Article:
The player was Der Kaiser, Beckenbauer. "Eleven years later, when I walked into the Cosmos' dressing room for the first time as a player, my locker was next to Franz's. I thought, 'The Good Lord is showing me the path, and all I have to do is walk it.' "
That he walked it with Beckenbauer and Chinaglia enabled Davis to incorporate the best of two contrasting European styles into his naturally robust run-all-day American game. From Beckenbauer, whom he idolized, Davis learned the force of simplicity. And from Chinaglia, whom he feared, Davis learned the power of rage.
"It seemed that every day Franz told me, 'Ricky, it's the great player who takes a difficult situation and makes it simple. Don't try dribbling through three guys when one pass gets you out of trouble.' "
Chinaglia "intimidated the hell out of me," says Davis. Let the Cosmos be losing at halftime, "and Giorgio would come into the room and start throwing chairs and tables. I couldn't imagine Roger Staubach acting like that."
By 1979, Davis was a regular midfielder with the Cosmos and was named the North American Player of the Year. "I wanted to be big. Really big," says Davis. After cracking the Cosmos' lineup he began to change his game from hard-running and physical to one of grace and finesse. Davis-as-Pelé lasted through about four exhibition games before Chinaglia nailed him. Davis likes telling the story: "Giorgio says, 'What the hell do you think you're doing?' I tried to tell him I was trying new skills. 'You stink!' he yells at me. I started to say something else. 'You're terrible!' he yells. He tells me, 'I, Chinaglia, do not try to be what I am not. Be Ricky Davis.' "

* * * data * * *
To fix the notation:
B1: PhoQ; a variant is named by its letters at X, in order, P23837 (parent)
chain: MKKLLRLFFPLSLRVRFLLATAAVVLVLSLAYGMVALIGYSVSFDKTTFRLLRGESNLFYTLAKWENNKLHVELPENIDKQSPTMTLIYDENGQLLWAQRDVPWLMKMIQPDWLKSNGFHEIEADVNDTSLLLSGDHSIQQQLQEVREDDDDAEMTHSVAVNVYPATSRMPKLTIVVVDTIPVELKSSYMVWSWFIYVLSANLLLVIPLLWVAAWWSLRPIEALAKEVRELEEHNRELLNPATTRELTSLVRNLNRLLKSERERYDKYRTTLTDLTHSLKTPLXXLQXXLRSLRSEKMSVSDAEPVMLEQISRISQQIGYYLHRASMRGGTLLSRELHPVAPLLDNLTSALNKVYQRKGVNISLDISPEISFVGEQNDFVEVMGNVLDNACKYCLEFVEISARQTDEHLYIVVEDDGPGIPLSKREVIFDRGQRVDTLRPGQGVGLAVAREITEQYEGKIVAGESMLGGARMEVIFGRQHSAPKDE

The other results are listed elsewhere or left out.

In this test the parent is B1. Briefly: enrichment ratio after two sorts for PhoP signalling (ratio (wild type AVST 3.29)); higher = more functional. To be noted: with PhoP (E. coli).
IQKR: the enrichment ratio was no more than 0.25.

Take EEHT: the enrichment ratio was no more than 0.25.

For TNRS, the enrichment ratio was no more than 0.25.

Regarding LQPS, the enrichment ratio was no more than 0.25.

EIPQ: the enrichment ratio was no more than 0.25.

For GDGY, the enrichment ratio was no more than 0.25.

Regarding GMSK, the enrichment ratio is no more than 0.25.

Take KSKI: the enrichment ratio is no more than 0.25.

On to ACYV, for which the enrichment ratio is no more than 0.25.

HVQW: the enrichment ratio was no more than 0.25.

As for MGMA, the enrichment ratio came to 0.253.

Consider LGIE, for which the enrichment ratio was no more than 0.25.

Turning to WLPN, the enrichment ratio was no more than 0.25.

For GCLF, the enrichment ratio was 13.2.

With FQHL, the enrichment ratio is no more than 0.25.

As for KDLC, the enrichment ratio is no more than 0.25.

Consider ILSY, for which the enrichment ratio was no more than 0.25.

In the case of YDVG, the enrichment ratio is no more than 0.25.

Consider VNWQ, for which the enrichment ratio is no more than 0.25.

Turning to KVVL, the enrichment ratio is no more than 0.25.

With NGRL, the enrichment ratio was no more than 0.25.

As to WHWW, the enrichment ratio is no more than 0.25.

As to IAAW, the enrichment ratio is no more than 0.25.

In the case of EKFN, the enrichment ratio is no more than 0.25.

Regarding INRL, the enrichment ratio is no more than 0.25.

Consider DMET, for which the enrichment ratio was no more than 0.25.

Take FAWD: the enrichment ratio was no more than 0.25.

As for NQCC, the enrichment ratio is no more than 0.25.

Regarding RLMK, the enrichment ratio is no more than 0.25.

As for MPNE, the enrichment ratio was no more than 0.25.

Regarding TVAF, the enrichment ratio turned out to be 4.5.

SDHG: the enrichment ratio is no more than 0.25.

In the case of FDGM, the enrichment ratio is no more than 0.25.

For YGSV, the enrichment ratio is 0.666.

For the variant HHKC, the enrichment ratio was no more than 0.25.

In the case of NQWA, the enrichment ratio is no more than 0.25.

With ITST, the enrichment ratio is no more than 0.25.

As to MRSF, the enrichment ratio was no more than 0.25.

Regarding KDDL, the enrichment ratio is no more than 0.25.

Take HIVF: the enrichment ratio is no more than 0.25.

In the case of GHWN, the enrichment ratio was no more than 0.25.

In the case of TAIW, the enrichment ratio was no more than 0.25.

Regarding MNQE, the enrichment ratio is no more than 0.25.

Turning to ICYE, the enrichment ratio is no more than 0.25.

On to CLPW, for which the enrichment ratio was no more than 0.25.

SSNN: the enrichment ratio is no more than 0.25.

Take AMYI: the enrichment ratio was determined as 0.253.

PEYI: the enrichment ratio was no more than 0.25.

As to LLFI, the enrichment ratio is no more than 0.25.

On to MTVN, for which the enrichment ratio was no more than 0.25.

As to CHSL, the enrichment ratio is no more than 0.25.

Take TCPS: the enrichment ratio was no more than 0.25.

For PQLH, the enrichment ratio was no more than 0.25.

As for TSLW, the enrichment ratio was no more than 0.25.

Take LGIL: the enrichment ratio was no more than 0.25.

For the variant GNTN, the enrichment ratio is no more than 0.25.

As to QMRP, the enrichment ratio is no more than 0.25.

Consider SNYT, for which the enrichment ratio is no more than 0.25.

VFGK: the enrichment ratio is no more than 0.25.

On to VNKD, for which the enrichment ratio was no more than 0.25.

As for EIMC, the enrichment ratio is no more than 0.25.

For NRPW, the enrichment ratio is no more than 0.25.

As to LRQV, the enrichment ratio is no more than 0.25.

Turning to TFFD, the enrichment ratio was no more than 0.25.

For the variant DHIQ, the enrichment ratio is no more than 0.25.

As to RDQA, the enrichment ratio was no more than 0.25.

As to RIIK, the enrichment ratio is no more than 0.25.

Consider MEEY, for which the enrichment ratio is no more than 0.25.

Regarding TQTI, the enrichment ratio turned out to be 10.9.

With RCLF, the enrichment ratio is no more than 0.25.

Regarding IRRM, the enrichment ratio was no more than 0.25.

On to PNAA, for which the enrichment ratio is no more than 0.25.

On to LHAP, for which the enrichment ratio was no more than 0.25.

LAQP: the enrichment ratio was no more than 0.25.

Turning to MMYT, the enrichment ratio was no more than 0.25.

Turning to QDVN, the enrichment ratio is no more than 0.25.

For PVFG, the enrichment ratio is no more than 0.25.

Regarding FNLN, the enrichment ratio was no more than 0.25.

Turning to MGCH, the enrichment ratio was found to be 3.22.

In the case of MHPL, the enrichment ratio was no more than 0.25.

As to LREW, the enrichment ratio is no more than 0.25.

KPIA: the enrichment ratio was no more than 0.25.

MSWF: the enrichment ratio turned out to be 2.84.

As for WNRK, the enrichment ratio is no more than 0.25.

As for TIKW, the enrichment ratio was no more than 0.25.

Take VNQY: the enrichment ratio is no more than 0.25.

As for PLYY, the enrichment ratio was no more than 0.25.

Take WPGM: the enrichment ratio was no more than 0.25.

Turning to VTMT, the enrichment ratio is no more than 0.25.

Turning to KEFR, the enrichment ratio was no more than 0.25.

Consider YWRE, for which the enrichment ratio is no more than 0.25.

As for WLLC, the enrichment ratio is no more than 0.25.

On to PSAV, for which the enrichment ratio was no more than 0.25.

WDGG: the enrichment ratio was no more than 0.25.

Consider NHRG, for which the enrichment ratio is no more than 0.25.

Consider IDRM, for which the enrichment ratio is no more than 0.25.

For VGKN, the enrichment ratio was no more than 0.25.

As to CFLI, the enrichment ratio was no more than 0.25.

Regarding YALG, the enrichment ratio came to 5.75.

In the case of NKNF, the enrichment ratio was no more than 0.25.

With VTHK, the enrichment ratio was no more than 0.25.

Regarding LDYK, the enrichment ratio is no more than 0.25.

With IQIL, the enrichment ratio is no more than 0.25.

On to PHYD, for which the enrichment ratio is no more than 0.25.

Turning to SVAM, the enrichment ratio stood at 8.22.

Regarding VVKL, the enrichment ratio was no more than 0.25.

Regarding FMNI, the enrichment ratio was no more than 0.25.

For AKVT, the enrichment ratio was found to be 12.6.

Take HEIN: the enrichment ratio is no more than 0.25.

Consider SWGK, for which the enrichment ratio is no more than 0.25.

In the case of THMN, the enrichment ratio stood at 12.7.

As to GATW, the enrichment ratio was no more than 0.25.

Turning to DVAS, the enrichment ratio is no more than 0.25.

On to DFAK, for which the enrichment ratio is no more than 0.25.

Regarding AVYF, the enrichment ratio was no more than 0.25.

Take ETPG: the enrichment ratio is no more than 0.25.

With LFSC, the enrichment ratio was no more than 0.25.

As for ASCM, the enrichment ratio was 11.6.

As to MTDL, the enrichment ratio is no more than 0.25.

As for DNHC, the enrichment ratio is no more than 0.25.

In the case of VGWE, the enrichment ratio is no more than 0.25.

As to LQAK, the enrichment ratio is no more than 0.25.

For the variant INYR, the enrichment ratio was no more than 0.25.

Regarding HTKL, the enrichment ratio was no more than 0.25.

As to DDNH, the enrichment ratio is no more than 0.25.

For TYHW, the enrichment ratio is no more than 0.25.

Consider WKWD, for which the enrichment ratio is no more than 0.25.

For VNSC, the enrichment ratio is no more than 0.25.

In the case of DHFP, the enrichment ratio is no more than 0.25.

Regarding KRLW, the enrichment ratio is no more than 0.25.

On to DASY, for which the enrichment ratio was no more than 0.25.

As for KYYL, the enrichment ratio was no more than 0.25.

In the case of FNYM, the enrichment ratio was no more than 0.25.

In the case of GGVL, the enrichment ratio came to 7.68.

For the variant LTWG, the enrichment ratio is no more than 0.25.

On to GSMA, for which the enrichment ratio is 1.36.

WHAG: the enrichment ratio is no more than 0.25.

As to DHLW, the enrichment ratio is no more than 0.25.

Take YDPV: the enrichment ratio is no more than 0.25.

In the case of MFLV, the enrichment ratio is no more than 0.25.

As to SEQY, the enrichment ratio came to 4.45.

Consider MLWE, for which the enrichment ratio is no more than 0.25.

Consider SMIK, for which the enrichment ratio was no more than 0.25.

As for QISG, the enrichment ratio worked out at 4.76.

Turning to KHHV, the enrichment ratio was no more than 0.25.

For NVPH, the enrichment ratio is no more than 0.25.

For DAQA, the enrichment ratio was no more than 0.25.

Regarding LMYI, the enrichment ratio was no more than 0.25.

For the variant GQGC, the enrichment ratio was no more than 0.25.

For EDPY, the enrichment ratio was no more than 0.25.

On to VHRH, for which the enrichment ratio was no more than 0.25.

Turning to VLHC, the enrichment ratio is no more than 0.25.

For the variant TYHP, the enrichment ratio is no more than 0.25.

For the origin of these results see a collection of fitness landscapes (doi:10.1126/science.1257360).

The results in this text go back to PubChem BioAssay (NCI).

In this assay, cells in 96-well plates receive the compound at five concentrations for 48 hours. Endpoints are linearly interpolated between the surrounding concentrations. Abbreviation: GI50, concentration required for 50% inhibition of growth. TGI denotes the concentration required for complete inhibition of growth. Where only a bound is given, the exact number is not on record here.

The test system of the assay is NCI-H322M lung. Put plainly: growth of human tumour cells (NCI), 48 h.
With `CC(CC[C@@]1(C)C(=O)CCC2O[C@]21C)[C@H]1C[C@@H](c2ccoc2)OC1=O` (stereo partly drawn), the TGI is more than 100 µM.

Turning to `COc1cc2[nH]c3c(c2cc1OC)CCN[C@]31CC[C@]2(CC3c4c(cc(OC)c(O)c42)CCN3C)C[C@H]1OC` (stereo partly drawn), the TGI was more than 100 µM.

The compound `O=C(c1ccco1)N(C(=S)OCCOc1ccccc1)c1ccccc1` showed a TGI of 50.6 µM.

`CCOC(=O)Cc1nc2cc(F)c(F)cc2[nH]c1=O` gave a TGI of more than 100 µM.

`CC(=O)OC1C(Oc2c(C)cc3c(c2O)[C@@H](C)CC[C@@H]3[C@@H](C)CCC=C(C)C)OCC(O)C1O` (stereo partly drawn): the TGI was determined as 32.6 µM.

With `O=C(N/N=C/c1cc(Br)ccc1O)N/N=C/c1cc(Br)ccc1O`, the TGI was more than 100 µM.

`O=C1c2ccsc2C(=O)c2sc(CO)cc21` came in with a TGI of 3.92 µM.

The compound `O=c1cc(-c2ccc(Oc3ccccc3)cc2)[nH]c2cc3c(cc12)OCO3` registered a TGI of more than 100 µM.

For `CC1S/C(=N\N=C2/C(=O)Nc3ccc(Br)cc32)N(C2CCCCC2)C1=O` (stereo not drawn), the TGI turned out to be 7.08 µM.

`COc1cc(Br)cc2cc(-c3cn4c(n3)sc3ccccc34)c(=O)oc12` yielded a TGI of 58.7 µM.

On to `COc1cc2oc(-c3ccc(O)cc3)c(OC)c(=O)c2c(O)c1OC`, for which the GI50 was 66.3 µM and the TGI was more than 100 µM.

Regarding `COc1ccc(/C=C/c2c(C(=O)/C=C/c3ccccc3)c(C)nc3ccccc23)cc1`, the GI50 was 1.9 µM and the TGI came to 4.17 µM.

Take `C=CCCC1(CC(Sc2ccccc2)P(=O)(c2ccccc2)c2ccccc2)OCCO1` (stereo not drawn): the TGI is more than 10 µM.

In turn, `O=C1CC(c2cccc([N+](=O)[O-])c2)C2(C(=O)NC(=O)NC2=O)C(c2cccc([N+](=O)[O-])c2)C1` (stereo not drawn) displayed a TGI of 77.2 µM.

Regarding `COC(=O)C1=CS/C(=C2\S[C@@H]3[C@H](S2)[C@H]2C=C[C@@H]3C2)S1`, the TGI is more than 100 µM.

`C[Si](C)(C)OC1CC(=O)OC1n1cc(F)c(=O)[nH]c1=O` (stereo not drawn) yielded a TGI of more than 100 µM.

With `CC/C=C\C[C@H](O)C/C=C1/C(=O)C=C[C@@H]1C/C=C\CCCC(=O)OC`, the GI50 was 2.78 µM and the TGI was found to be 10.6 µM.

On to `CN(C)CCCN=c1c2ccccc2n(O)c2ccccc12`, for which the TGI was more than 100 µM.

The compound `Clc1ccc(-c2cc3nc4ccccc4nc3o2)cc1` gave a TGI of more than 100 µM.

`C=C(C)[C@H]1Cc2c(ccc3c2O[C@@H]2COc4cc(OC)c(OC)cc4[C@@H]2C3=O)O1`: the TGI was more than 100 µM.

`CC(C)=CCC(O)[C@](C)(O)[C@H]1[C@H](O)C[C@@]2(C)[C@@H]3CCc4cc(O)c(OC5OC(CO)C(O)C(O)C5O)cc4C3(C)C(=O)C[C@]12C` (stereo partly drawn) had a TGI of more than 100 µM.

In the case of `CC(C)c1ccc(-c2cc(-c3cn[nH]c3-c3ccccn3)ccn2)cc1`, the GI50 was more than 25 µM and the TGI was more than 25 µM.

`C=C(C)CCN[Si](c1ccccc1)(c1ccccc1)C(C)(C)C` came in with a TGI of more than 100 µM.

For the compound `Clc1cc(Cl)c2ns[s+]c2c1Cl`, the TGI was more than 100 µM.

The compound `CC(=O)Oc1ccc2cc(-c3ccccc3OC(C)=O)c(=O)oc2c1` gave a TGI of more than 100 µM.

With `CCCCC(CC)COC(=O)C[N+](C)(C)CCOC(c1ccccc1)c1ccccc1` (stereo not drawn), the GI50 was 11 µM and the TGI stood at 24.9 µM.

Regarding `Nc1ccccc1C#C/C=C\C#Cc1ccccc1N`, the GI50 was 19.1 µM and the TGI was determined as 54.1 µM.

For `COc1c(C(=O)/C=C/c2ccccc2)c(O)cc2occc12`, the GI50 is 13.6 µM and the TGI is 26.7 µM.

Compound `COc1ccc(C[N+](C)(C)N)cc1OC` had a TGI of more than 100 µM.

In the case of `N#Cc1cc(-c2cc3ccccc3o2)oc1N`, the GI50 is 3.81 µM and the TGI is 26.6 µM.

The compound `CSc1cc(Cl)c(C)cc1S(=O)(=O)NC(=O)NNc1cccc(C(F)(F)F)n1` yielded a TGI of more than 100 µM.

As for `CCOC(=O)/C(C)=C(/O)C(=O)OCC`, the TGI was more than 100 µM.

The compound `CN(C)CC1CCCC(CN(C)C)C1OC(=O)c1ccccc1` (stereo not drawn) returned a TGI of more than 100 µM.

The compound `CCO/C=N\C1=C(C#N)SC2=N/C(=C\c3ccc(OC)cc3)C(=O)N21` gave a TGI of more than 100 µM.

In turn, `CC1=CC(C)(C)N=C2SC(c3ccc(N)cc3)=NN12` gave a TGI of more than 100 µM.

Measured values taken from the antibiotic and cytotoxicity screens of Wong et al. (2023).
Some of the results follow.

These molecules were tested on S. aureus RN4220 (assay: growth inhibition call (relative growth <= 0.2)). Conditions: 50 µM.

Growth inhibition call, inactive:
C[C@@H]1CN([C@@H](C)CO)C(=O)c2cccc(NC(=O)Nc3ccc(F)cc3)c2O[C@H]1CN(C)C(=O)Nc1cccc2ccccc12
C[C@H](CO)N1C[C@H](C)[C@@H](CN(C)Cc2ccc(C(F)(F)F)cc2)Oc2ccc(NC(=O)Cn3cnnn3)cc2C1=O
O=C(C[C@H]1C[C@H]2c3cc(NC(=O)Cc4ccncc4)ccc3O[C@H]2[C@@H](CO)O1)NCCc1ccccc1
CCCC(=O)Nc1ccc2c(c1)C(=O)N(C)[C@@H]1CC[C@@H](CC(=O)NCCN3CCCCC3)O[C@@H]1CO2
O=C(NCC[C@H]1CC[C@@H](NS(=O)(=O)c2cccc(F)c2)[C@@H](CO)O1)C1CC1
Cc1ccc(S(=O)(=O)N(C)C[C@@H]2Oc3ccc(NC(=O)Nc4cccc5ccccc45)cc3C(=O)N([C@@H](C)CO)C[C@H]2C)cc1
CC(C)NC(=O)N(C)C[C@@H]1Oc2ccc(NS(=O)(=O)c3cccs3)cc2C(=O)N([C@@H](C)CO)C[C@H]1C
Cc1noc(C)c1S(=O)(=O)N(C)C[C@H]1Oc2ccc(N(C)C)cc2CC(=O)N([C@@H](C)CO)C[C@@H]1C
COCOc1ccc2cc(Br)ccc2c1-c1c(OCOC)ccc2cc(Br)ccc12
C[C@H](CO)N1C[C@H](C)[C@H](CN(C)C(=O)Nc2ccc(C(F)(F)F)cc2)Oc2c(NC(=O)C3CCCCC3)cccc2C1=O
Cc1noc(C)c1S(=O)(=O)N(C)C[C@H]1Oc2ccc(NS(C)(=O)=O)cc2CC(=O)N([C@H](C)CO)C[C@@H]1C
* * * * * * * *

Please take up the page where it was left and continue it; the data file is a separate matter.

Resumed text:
That lesson, along with his ever-improving skills and wholesome good looks, has made Davis the most visible symbol of the American game. "Davis has replaced Shep Messing as the pinup boy of soccer," says Baltimore Blast coach Ken Cooper.
"True, but I have a better body," says Messing, who once helped publicize soccer by posing nude for Viva magazine. Such a thing would be unthinkable for Davis, whom U.S. national team coach Alkis Panagoulias calls "a magnet and a model for American youth."
"Put it this way," says Messing. "The difference between Ricky's image and mine is that I do Skoal chewing tobacco commercials, and he does Ivory soap."